Royal Dutch Shell has taken part in two liquefied natural gas bunkering operations in the French port of Marseille and in the Dutch port of Rotterdam.
In the Port of Marseille Fos, Shell and Carnival carried out the first-ever ship-to to ship LNG bunkering operation in France supplying fuel to the 2019-delivered cruise ship Costa Smeralda, according to a statement by the Port of Marseille.
The vessel operated by Carnival’s Costa Cruises is one of the world’s first LNG-powered cruise ships.
Shell completed the bunkering operation on May 4 supplying the chilled fuel to the cruise ship via Anthony Veder’s converted LNG bunkering vessel Coral Methane.
This is not the first bunkering operation for Coral Methane and Costa Smeralda.
The vessels met in the Port of Barcelona in December last year as part of a first LNG bunkering operation for the Carnival ship.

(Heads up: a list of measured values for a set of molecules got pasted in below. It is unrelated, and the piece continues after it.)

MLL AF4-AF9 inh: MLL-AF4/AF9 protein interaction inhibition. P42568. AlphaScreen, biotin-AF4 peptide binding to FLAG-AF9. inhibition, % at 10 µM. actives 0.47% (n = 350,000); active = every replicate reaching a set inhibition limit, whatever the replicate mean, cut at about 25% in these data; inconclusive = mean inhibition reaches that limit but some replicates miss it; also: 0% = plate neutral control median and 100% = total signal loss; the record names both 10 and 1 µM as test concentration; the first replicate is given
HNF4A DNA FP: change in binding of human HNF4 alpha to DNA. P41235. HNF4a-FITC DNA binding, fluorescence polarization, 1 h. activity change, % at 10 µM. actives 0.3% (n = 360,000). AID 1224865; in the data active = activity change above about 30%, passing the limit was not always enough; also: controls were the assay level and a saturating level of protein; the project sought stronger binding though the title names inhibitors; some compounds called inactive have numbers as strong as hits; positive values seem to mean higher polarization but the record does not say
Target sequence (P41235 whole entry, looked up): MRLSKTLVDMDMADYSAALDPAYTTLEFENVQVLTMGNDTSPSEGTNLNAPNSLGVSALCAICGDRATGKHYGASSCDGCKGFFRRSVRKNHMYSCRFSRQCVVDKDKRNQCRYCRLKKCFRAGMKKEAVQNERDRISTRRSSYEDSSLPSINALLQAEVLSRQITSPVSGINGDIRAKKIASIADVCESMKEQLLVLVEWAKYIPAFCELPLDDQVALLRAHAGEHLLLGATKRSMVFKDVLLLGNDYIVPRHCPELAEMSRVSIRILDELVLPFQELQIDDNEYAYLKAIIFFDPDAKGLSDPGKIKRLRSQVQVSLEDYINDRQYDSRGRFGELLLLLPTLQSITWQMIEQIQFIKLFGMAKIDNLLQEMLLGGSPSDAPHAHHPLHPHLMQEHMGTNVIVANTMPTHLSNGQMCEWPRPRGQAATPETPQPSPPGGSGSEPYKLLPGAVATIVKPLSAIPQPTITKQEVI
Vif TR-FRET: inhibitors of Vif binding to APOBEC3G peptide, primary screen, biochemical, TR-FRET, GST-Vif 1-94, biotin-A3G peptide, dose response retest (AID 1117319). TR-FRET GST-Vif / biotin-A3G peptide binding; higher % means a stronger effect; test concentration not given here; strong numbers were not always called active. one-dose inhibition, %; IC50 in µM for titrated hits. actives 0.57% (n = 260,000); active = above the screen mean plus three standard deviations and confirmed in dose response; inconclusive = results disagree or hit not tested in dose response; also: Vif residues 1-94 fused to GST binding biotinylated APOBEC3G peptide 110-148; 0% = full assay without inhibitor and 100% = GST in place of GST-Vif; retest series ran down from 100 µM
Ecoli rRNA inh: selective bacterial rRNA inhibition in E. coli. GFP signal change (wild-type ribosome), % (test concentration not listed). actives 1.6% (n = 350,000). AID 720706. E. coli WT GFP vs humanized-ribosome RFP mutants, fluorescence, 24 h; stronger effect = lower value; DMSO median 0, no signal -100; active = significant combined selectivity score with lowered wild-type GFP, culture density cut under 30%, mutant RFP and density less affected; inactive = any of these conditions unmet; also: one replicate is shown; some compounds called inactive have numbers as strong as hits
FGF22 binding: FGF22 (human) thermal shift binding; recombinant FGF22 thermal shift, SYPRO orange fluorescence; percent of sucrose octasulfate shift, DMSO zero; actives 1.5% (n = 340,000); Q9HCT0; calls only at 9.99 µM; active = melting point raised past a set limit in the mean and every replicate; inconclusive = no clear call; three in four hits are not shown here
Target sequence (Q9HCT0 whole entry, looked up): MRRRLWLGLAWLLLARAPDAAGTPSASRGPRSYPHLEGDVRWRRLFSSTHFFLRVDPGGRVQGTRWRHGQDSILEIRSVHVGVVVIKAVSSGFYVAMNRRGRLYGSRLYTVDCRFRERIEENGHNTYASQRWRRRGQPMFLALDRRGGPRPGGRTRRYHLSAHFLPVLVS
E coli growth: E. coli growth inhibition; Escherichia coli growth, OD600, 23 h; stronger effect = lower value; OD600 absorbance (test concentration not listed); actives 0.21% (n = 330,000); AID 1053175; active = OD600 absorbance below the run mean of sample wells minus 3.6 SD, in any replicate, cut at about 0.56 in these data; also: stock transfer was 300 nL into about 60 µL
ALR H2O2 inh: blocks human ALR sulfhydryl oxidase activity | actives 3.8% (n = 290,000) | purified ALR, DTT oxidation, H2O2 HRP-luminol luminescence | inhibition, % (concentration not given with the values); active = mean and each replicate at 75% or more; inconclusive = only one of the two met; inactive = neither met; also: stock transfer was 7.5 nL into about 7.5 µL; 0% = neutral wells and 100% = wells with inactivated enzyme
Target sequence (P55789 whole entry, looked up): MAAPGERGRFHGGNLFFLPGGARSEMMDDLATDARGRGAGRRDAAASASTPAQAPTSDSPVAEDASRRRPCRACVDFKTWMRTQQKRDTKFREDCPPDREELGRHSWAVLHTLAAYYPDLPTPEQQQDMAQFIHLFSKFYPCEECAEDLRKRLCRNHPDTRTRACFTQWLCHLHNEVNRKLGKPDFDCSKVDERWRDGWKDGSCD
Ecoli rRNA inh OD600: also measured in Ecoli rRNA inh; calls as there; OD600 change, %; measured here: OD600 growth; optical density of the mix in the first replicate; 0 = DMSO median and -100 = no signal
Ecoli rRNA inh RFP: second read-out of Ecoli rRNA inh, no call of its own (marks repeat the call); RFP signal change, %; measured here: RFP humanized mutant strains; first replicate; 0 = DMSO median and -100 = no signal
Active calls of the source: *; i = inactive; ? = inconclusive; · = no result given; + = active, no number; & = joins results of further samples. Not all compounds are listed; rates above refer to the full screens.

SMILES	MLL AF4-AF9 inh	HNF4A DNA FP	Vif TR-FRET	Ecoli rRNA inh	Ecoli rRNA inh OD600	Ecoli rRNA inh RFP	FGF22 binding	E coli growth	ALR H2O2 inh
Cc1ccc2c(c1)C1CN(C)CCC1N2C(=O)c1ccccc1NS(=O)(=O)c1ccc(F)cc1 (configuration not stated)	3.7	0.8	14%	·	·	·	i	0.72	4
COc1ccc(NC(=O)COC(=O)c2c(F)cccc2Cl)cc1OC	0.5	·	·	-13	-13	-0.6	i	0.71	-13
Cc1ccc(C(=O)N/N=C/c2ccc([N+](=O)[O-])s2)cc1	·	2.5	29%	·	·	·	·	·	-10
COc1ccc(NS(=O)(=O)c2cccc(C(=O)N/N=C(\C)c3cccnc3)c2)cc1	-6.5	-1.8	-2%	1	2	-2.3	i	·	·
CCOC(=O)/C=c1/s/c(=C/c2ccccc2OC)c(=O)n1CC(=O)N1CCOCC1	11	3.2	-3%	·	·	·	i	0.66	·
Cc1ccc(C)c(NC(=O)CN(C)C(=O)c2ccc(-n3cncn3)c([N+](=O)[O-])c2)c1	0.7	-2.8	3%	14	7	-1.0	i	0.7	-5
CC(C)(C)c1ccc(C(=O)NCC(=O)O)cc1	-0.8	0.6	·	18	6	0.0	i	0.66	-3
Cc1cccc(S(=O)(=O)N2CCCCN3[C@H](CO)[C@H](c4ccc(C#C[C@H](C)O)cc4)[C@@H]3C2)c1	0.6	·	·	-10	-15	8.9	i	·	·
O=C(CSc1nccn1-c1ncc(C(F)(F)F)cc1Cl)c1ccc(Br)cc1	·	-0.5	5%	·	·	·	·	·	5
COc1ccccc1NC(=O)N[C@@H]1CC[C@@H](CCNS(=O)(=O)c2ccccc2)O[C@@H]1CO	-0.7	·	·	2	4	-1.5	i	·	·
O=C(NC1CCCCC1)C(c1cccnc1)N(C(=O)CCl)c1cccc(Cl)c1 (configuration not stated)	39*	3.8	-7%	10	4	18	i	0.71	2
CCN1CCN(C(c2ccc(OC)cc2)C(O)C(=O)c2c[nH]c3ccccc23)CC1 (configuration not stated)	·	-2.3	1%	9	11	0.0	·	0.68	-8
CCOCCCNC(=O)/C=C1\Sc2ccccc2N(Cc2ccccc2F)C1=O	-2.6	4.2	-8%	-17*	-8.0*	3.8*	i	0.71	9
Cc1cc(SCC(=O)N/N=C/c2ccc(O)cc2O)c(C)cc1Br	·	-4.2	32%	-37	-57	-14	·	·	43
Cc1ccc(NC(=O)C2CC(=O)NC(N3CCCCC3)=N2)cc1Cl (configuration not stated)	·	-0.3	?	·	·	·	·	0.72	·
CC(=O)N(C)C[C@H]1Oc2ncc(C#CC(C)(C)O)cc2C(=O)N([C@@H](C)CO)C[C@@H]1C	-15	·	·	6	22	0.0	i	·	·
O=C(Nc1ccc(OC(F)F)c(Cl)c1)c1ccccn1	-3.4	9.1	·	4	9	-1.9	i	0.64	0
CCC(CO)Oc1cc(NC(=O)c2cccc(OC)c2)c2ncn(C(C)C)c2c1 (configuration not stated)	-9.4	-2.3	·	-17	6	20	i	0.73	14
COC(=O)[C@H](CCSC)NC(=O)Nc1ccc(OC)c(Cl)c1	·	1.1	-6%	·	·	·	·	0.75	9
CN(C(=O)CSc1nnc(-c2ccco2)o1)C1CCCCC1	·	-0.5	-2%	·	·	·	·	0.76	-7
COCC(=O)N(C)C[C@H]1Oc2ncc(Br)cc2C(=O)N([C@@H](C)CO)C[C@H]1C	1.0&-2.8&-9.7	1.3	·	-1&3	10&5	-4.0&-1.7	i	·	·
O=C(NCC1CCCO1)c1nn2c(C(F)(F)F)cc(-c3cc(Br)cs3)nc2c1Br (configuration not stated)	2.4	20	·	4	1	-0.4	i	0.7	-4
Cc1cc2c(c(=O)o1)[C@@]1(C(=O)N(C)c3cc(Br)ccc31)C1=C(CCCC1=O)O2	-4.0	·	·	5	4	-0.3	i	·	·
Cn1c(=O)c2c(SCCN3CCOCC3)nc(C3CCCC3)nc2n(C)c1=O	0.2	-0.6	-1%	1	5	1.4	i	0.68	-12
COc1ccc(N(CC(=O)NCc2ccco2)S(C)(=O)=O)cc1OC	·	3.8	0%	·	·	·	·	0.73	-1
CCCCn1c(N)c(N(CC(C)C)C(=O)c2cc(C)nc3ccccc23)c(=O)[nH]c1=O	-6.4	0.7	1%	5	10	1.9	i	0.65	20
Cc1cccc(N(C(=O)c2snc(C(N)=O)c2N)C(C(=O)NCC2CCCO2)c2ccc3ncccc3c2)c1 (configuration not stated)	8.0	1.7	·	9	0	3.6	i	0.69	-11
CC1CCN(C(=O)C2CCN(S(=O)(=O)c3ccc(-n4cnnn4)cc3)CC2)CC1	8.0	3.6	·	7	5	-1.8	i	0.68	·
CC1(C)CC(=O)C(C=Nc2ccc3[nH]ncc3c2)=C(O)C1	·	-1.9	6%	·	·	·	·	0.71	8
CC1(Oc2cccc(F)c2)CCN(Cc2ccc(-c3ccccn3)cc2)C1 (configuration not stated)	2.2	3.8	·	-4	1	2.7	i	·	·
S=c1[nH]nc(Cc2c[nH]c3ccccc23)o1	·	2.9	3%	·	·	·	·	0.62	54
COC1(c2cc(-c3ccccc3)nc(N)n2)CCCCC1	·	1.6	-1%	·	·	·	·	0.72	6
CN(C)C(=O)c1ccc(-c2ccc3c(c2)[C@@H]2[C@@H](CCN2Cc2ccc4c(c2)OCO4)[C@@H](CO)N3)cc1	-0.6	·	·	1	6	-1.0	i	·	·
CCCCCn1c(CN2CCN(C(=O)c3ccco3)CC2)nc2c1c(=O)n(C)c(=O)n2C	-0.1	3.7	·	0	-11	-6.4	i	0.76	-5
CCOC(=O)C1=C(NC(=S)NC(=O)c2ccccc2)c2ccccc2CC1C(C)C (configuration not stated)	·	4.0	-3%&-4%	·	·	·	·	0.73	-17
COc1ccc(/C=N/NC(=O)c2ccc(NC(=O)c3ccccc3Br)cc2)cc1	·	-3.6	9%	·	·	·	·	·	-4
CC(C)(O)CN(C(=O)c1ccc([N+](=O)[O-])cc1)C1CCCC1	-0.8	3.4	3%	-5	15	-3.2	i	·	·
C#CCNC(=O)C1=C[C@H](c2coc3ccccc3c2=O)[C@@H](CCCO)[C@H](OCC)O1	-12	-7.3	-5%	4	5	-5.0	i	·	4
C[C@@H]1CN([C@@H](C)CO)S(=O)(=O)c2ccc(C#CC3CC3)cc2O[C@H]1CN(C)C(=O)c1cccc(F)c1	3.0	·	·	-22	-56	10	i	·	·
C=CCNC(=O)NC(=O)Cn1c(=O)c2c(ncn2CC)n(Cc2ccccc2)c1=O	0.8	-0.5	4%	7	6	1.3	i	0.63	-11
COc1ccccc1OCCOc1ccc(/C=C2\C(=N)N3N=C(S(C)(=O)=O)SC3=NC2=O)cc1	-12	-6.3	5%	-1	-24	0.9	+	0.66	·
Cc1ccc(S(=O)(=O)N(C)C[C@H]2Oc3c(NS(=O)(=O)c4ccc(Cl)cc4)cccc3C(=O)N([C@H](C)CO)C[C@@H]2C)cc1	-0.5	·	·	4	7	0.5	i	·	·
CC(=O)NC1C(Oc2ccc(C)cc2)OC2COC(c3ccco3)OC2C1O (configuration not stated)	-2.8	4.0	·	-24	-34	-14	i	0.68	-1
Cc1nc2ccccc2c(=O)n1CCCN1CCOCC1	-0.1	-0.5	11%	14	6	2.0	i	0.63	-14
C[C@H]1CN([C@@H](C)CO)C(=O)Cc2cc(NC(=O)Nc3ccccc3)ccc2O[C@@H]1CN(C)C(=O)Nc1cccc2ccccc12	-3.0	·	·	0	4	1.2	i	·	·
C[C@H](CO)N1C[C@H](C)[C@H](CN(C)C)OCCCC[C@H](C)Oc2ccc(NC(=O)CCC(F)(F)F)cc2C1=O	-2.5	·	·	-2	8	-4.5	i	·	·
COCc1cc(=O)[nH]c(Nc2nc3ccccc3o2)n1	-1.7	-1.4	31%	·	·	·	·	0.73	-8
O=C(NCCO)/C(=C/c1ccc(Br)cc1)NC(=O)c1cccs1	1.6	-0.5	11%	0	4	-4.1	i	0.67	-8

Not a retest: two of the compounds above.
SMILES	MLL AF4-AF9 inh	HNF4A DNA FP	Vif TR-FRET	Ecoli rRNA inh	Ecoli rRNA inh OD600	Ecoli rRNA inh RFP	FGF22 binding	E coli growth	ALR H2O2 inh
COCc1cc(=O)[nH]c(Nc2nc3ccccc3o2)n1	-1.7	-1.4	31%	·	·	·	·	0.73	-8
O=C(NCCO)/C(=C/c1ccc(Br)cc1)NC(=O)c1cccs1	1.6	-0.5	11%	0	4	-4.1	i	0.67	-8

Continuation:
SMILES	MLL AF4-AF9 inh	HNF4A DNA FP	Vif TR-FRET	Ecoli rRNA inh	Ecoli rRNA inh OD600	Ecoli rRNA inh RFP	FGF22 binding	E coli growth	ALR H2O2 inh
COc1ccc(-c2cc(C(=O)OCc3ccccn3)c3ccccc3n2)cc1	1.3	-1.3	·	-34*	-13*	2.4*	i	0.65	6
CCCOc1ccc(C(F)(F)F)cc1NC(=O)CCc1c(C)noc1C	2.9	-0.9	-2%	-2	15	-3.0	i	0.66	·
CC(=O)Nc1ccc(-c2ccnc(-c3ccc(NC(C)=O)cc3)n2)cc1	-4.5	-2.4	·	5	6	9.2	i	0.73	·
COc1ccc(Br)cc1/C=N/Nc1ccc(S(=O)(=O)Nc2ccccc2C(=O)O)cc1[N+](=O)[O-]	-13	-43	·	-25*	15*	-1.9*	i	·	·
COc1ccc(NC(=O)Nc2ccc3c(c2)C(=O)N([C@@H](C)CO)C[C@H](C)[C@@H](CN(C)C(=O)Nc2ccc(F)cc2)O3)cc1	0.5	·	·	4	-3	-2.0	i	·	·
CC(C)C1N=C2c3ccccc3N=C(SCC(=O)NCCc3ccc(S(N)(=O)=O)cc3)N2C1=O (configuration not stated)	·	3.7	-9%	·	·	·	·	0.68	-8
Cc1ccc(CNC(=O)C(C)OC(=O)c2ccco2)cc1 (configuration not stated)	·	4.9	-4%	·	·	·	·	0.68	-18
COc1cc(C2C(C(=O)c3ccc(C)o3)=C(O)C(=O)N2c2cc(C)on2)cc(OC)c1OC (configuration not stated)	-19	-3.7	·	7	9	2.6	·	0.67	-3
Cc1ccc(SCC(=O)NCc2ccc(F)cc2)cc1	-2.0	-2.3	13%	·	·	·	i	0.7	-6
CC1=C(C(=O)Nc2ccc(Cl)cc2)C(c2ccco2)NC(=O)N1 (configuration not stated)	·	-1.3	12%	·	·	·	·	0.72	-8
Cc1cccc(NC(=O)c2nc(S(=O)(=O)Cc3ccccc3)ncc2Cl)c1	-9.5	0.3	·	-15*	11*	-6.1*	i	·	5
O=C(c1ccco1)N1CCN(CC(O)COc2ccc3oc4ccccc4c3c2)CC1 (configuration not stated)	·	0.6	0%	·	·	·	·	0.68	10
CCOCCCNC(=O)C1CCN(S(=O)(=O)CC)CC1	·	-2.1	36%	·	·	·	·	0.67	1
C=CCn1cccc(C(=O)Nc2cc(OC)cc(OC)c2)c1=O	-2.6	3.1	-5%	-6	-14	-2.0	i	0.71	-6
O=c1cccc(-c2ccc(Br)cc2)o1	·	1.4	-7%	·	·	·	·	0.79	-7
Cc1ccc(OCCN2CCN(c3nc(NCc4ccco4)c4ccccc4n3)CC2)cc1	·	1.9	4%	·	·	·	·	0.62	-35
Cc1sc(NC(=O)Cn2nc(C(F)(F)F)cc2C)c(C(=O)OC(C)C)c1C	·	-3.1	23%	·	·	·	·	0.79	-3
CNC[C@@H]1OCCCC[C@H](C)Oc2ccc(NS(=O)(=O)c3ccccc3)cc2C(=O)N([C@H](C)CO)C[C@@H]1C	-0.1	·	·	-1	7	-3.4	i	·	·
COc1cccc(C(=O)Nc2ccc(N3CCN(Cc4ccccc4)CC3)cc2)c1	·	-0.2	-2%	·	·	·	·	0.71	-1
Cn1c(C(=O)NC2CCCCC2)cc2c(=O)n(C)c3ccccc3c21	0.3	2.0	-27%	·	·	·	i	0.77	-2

The world’s largest cruise operator Carnival is one of a growing number of companies adopting LNG as an alternative to traditional marine fuels available today.
So is Malaysian shipowner AET that has earlier this year taken delivery of two LNG dual-fuel dynamic positioning shuttle tankers, namely Eagle Blane and Eagle Balder.
Eagle Blane embarked on its maiden LNG bunkering at the Port of Rotterdam on 20 April, AET said in a statement on Friday.
The ship-to-ship bunkering was arranged by Shell’s LNG trading team and lasted nearly 15 hours including cooling down.
The shuttle tanker received 1480 cubic metres of LNG from Shell’s bunkering vessel Cardissa.
The bunkering filled up 87 per cent of Eagle Blane’s total LNG tank capacity, enabling the vessel to sail for about 3,500 nautical miles, AET said.
After leaving the Port of Rotterdam, Equinor-chartered Eagle Blane sailed to Amoyfjorden in Stavanger.
The Norwegian-flagged vessel will be operating in oilfields on the Norwegian Continental Shelf of the North Sea, Norwegian Sea and the southern Barents Sea, as well as on the UK Continental Shelf.